Paurotis Palm Tree
Paurotis Palm Tree, scientific name Acoelorrhaphe wrightii, is native to southern Florida. This palm is grown outdoors.
Paurotis Palm Tree Info
Scientific name: Acoelorrhaphe wrightii
Common names: Paurotis Palm is also known as Everglades Palm or Silver Saw Palmetto Palm.
Origin: It is native to southern Florida.
Appearance: Paurotis Palm has light green leaves with silvery undersides. Along the edges, you can see rows of sharp orange teeth, which is a reason for one of the plant’s common names, the Silver Saw Palm. About 25 leaves are arranged into crowns that sit above thin stems that are only 3-4 in (7.6-10.2 cm) in diameter and are covered with loose brown fiber.
Flowers/Fruits: In late spring, Paurotis Palm produces small white flowers. Flowers are born on 4 ft (1.2 m) inflorescences that extend past the leaves. Flowers are followed by small fruits that are 1/2 in (1.3 cm) in diameter.
Growth Rate: Moderate. This palm grows up to 20 – 30 ft tall and 5 -10 ft wide.
Outdoor/Indoor Use: Outdoors.
Cold Tolerance: This palm can tolerate cold down to 30F. It is great for USDA Zones 10a (30 to 35 F) to 11 (above 40 F).
Light Req: Partial shade to Full sun.
Water Req: Moderate. This palm can tolerate standing water and it can also tolerate drought.
Maintenance: Easy to Moderate. To prevent nutritional deficiency, apply good quality palm fertilizer that has a continuous release formula twice a year during the growing season.
Propagation: Propagated by seeds. It will take you 2-3 months to germinate and you will need to keep it warm.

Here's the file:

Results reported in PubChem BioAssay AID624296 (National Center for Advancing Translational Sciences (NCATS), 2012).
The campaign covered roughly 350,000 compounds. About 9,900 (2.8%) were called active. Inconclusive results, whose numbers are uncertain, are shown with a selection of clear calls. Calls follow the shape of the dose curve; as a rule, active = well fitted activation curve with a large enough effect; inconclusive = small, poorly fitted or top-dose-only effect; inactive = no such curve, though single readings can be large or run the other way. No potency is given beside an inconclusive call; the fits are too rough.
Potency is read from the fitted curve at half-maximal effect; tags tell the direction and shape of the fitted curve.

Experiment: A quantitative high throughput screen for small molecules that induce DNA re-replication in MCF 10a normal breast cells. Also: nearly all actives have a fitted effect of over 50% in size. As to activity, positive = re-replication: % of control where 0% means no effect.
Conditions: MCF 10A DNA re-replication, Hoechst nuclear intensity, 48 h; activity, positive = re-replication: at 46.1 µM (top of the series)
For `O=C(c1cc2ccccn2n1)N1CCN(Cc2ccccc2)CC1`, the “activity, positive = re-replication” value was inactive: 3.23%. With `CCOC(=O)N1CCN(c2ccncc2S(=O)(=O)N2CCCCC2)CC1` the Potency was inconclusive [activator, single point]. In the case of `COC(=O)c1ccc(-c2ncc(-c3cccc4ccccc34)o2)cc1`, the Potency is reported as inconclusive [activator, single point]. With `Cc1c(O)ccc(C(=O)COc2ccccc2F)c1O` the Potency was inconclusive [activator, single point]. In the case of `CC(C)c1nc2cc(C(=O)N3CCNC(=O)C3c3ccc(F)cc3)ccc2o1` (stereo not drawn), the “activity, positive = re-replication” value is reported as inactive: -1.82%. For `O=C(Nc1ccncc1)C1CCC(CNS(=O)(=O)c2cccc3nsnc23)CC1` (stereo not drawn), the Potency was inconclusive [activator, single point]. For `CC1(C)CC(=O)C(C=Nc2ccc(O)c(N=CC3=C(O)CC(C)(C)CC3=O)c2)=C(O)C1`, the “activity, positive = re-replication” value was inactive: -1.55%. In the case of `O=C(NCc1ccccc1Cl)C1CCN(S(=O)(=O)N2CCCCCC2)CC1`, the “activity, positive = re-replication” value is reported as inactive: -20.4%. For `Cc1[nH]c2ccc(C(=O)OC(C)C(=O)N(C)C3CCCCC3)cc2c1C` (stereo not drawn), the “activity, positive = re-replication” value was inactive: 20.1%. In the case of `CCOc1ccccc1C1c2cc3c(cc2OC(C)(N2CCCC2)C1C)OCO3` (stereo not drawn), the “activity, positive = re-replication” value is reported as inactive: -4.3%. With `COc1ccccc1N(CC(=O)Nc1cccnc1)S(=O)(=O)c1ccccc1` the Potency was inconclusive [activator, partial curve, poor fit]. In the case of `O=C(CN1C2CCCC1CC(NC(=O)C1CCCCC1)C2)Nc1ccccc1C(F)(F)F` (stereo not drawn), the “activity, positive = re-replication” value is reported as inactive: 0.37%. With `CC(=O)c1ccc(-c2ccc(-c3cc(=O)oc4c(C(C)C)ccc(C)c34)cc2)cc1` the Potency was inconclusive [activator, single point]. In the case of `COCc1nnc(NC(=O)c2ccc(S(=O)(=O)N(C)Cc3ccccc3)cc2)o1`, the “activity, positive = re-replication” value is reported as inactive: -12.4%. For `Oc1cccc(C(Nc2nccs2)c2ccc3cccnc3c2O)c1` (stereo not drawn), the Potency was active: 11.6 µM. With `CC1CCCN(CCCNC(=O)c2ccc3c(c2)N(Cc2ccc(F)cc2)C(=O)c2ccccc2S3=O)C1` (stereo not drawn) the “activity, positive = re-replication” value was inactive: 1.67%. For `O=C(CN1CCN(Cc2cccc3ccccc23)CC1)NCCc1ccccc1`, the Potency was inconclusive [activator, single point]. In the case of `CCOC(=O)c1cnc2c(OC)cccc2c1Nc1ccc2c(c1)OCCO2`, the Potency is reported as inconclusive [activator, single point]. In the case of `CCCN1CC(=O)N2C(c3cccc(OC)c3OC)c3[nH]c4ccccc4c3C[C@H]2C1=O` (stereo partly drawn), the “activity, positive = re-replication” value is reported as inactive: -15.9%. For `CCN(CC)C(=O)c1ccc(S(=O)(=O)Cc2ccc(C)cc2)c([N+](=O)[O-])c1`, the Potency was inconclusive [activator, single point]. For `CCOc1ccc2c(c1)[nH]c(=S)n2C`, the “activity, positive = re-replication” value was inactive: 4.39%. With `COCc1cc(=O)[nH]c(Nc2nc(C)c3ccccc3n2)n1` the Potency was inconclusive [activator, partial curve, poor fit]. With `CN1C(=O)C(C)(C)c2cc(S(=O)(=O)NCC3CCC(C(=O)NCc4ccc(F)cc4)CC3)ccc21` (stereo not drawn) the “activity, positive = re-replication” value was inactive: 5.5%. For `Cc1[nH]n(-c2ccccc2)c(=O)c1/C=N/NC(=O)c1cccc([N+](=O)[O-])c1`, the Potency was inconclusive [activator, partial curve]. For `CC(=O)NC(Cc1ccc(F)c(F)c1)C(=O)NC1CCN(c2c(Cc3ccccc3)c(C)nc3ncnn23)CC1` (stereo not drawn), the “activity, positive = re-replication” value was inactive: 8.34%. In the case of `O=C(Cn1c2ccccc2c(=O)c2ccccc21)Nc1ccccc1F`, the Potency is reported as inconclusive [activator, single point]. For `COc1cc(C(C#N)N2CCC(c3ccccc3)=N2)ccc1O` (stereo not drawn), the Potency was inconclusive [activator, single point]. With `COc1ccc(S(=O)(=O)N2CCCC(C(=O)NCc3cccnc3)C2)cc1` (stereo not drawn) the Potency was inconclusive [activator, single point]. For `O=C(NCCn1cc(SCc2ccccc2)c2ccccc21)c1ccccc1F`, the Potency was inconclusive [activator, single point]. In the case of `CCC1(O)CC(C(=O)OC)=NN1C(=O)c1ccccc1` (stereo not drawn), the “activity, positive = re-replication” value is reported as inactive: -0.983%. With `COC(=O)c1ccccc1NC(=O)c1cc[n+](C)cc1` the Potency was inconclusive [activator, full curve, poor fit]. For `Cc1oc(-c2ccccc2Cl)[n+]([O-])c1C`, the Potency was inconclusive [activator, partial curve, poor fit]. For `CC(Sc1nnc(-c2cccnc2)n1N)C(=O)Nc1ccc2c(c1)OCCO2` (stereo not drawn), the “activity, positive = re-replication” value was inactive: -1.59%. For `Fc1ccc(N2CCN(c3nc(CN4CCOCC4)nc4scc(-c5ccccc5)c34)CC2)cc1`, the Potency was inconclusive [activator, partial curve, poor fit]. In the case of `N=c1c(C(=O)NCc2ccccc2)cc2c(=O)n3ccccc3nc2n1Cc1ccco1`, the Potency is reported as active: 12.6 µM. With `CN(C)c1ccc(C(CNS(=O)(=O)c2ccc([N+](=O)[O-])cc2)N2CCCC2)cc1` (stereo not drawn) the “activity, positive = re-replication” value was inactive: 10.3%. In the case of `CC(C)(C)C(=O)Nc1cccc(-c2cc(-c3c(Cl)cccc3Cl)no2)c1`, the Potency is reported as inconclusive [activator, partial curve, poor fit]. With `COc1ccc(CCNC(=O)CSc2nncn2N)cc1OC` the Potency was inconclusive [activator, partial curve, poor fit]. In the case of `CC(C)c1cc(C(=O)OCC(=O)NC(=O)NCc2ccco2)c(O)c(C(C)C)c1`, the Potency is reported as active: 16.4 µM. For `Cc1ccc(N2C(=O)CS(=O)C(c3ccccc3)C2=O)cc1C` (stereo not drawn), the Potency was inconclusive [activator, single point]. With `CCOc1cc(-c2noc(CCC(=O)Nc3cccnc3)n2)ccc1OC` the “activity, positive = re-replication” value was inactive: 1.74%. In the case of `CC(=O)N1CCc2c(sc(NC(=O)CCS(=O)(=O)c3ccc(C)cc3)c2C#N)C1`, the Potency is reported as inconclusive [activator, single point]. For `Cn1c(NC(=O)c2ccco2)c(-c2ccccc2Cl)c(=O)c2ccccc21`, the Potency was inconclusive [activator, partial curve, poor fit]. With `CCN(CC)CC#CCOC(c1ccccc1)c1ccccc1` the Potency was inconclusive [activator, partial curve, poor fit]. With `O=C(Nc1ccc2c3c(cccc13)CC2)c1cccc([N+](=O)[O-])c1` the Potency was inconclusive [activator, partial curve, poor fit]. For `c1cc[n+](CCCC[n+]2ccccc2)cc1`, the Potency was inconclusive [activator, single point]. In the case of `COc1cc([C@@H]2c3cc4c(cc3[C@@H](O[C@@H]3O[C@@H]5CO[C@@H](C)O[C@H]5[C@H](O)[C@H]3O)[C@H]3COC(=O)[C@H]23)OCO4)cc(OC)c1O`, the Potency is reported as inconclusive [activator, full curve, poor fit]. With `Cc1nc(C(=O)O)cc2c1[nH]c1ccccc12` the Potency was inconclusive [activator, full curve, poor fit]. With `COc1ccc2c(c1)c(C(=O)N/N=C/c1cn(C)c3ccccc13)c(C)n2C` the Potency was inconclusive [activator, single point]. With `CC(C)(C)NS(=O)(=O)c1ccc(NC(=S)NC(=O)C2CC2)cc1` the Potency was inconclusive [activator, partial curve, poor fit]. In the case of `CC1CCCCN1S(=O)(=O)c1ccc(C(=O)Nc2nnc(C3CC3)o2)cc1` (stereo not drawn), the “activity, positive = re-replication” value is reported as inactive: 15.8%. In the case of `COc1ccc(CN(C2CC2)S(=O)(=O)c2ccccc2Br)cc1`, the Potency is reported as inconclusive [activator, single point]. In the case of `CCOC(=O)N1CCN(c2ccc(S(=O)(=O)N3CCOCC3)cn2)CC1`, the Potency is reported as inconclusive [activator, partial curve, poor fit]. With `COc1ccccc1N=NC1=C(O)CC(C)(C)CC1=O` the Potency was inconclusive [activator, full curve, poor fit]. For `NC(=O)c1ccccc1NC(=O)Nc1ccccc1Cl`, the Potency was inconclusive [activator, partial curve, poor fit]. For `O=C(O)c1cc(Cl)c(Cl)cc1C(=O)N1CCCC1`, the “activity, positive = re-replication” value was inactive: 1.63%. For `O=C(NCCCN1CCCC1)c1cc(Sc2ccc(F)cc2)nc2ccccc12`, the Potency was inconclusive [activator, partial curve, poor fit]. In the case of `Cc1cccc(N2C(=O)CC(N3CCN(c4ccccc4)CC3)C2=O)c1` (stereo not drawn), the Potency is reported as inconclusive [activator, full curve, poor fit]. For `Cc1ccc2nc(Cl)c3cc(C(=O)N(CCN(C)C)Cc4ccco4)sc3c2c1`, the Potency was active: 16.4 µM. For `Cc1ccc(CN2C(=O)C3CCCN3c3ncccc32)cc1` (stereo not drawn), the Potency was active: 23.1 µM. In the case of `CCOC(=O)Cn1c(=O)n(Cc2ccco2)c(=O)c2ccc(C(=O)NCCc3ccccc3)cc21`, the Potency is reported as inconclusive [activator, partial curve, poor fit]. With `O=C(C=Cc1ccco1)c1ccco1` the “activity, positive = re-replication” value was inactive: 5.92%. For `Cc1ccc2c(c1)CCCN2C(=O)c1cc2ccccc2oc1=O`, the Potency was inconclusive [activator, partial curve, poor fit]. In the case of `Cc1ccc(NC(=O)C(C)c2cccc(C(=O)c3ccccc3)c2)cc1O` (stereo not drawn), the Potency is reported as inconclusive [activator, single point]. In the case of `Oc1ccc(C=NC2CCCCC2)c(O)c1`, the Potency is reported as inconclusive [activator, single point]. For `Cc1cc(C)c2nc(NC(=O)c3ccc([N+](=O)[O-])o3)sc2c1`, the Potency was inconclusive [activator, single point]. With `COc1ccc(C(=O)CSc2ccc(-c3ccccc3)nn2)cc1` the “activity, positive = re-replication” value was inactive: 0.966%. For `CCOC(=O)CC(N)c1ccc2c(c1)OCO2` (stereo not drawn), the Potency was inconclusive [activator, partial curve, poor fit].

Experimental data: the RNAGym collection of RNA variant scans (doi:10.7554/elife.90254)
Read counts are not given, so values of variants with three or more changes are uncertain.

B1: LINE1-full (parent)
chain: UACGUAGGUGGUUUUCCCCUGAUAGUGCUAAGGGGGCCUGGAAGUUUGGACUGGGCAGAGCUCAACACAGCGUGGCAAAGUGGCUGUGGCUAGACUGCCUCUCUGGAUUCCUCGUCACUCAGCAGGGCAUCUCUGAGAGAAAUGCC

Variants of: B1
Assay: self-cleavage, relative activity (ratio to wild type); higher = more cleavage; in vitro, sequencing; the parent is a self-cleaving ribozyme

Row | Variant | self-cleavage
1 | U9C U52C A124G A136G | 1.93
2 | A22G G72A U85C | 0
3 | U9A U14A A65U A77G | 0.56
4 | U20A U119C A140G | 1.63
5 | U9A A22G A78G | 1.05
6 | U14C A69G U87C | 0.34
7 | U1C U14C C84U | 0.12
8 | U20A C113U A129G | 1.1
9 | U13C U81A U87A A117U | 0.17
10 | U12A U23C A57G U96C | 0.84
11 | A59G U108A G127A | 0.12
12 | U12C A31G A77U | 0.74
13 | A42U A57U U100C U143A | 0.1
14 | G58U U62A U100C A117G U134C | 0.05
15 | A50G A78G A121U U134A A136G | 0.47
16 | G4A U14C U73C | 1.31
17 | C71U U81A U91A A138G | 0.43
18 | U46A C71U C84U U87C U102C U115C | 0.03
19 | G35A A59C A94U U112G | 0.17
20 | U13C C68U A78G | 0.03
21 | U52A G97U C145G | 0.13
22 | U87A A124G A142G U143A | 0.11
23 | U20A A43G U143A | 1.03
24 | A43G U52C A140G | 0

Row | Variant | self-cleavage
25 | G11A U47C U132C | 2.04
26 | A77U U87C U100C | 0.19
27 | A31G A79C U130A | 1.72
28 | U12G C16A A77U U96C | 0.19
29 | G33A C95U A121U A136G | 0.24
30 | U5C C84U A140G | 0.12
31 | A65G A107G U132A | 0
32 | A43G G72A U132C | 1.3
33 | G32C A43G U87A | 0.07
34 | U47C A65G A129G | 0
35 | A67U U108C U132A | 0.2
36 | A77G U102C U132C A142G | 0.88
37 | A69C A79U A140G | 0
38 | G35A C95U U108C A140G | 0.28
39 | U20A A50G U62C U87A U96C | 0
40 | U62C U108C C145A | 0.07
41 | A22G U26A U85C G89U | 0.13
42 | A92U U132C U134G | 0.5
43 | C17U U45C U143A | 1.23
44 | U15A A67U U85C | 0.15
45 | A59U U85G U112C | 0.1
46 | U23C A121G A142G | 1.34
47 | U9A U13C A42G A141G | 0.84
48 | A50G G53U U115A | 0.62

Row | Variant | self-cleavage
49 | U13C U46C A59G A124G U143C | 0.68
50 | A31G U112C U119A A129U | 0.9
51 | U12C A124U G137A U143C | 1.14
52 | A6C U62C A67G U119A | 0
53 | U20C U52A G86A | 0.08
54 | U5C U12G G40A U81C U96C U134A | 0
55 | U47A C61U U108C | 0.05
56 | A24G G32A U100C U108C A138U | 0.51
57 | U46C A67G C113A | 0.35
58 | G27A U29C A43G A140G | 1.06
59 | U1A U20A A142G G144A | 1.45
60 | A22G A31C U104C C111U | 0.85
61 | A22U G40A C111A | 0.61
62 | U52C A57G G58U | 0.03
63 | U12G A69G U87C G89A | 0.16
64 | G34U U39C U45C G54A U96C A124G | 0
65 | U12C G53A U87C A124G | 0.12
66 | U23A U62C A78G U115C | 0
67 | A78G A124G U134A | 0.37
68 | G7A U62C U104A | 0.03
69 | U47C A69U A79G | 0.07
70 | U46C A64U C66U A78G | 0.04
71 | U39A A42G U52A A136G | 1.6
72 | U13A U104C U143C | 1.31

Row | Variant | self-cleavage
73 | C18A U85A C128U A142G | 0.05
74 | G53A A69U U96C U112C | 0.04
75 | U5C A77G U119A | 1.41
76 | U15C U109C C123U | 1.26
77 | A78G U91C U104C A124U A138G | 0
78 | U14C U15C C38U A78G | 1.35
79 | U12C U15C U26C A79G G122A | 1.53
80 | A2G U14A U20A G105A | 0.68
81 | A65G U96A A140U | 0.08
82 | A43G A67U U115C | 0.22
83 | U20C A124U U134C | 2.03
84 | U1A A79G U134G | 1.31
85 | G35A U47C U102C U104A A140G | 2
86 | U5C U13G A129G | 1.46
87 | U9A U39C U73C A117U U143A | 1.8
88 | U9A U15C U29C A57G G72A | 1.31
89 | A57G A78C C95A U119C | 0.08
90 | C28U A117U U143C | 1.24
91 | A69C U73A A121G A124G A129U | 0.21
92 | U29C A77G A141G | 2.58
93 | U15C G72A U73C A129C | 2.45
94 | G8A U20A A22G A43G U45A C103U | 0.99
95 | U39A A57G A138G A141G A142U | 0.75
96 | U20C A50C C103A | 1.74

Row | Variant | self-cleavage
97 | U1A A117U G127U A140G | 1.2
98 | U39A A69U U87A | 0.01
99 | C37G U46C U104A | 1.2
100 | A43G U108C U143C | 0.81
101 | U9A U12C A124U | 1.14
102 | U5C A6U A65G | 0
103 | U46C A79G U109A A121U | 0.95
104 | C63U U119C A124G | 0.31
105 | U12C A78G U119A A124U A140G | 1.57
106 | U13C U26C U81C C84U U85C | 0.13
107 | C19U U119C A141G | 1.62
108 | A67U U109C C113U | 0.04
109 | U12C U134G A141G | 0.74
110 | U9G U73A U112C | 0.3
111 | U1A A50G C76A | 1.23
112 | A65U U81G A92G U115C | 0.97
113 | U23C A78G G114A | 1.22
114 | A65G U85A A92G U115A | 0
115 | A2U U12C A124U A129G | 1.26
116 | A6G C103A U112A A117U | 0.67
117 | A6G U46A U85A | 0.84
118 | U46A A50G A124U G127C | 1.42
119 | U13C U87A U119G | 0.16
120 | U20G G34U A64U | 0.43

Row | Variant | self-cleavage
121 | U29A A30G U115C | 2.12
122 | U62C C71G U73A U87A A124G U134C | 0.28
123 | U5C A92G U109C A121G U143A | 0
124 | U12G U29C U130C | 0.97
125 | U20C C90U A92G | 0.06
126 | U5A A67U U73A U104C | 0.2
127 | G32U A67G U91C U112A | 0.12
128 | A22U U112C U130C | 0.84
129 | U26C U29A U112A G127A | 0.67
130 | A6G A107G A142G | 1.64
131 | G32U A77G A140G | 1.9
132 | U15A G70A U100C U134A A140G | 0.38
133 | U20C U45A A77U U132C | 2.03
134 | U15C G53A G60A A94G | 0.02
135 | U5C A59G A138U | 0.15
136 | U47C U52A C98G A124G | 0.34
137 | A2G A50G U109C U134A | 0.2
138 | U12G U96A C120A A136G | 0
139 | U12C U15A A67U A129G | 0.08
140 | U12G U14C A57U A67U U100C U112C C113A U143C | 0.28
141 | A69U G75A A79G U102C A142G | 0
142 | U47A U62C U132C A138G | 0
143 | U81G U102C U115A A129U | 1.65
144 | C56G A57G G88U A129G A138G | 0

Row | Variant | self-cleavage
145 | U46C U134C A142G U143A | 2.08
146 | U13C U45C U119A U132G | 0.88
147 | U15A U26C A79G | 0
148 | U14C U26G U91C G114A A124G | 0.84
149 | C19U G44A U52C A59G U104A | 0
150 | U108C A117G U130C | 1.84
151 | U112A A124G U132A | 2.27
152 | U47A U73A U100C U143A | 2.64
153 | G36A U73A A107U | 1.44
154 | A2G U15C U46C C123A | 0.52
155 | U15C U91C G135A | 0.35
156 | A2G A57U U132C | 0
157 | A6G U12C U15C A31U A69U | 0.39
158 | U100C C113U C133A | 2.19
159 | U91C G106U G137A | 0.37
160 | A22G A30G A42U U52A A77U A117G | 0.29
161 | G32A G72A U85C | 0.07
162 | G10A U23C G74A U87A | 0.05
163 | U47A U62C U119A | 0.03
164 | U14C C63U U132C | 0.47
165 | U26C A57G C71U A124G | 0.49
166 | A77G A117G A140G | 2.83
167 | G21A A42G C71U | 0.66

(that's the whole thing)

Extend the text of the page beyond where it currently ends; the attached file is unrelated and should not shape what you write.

Top Benefits Of The Paurotis Palm Tree
The Paurotis Palm, also known as the Everglades Palm or Acoelorrhaphe wrightii, provides a multitude of benefits that enhance both the environment and human well-being.
Natural Habitat: The Paurotis Palm provides a natural habitat for various species, contributing to biodiversity.
Erosion Control: Their extensive root systems help to prevent soil erosion.
Landscaping: These palms are commonly used in landscaping thanks to their attractive, fan-shaped leaves and clusters of slender trunks.
Shade Provision: They offer vast amounts of shade, which is desirable in hot climates.
Wind Resistance: Being wind-tolerant, they are an excellent choice for coastal areas.
Drought Tolerance: They are highly adaptable and can survive in drought-like conditions.
Air Purification: Like other plants, they help in purifying the air, absorbing carbon dioxide and releasing oxygen.
Fruit: Although not commonly eaten, their fruit is consumed by various wildlife, adding to the overall ecosystem.
Urban Tolerance: This species is tolerant of urban pollution, making it suitable for city planting.
Cultural Significance: Native American tribes have historically used the leaves in thatching and basket-making, marking their importance in cultural heritage.